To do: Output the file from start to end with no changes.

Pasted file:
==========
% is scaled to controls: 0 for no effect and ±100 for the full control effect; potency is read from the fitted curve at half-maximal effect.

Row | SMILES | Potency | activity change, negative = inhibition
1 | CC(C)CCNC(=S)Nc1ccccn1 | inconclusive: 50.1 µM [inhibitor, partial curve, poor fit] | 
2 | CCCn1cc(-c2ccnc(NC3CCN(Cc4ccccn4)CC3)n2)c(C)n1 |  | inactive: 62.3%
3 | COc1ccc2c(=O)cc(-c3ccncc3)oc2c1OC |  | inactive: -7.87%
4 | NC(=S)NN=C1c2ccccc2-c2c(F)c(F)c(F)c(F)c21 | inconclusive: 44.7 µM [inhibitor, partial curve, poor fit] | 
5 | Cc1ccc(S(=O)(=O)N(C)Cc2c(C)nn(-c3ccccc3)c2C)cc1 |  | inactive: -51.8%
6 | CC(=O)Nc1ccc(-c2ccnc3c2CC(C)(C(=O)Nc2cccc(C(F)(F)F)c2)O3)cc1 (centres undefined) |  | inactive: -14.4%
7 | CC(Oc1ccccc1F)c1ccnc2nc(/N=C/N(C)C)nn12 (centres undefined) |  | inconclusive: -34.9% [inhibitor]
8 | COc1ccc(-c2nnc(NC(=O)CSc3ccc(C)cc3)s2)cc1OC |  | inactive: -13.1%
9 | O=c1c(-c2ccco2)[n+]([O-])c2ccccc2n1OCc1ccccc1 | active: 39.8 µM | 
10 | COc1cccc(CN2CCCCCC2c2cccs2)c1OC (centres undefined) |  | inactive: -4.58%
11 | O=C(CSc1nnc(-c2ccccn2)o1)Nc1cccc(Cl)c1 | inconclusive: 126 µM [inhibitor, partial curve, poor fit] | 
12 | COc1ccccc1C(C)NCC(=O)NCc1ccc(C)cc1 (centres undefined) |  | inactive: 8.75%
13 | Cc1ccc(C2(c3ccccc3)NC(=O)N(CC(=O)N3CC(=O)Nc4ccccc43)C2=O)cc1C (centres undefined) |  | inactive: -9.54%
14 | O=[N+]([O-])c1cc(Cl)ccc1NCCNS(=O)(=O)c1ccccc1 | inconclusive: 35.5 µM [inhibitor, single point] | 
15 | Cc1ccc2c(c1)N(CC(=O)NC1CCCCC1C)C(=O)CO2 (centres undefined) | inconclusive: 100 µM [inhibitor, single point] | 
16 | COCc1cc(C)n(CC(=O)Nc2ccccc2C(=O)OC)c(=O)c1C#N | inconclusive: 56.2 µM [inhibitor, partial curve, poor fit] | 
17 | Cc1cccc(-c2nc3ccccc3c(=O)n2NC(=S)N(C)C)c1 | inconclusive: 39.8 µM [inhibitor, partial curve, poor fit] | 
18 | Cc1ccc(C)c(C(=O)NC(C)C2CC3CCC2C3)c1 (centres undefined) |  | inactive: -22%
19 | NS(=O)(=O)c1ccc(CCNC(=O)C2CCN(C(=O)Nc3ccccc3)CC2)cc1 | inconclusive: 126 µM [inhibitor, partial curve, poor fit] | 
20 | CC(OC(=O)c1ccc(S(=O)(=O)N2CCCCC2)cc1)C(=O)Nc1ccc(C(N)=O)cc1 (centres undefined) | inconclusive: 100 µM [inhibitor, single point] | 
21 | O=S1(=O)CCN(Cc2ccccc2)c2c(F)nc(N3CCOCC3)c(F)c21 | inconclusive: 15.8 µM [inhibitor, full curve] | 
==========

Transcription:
% is scaled to controls: 0 for no effect and ±100 for the full control effect; potency is read from the fitted curve at half-maximal effect.

Row | SMILES | Potency | activity change, negative = inhibition
1 | CC(C)CCNC(=S)Nc1ccccn1 | inconclusive: 50.1 µM [inhibitor, partial curve, poor fit] | 
2 | CCCn1cc(-c2ccnc(NC3CCN(Cc4ccccn4)CC3)n2)c(C)n1 |  | inactive: 62.3%
3 | COc1ccc2c(=O)cc(-c3ccncc3)oc2c1OC |  | inactive: -7.87%
4 | NC(=S)NN=C1c2ccccc2-c2c(F)c(F)c(F)c(F)c21 | inconclusive: 44.7 µM [inhibitor, partial curve, poor fit] | 
5 | Cc1ccc(S(=O)(=O)N(C)Cc2c(C)nn(-c3ccccc3)c2C)cc1 |  | inactive: -51.8%
6 | CC(=O)Nc1ccc(-c2ccnc3c2CC(C)(C(=O)Nc2cccc(C(F)(F)F)c2)O3)cc1 (centres undefined) |  | inactive: -14.4%
7 | CC(Oc1ccccc1F)c1ccnc2nc(/N=C/N(C)C)nn12 (centres undefined) |  | inconclusive: -34.9% [inhibitor]
8 | COc1ccc(-c2nnc(NC(=O)CSc3ccc(C)cc3)s2)cc1OC |  | inactive: -13.1%
9 | O=c1c(-c2ccco2)[n+]([O-])c2ccccc2n1OCc1ccccc1 | active: 39.8 µM | 
10 | COc1cccc(CN2CCCCCC2c2cccs2)c1OC (centres undefined) |  | inactive: -4.58%
11 | O=C(CSc1nnc(-c2ccccn2)o1)Nc1cccc(Cl)c1 | inconclusive: 126 µM [inhibitor, partial curve, poor fit] | 
12 | COc1ccccc1C(C)NCC(=O)NCc1ccc(C)cc1 (centres undefined) |  | inactive: 8.75%
13 | Cc1ccc(C2(c3ccccc3)NC(=O)N(CC(=O)N3CC(=O)Nc4ccccc43)C2=O)cc1C (centres undefined) |  | inactive: -9.54%
14 | O=[N+]([O-])c1cc(Cl)ccc1NCCNS(=O)(=O)c1ccccc1 | inconclusive: 35.5 µM [inhibitor, single point] | 
15 | Cc1ccc2c(c1)N(CC(=O)NC1CCCCC1C)C(=O)CO2 (centres undefined) | inconclusive: 100 µM [inhibitor, single point] | 
16 | COCc1cc(C)n(CC(=O)Nc2ccccc2C(=O)OC)c(=O)c1C#N | inconclusive: 56.2 µM [inhibitor, partial curve, poor fit] | 
17 | Cc1cccc(-c2nc3ccccc3c(=O)n2NC(=S)N(C)C)c1 | inconclusive: 39.8 µM [inhibitor, partial curve, poor fit] | 
18 | Cc1ccc(C)c(C(=O)NC(C)C2CC3CCC2C3)c1 (centres undefined) |  | inactive: -22%
19 | NS(=O)(=O)c1ccc(CCNC(=O)C2CCN(C(=O)Nc3ccccc3)CC2)cc1 | inconclusive: 126 µM [inhibitor, partial curve, poor fit] | 
20 | CC(OC(=O)c1ccc(S(=O)(=O)N2CCCCC2)cc1)C(=O)Nc1ccc(C(N)=O)cc1 (centres undefined) | inconclusive: 100 µM [inhibitor, single point] | 
21 | O=S1(=O)CCN(Cc2ccccc2)c2c(F)nc(N3CCOCC3)c(F)c21 | inconclusive: 15.8 µM [inhibitor, full curve] | 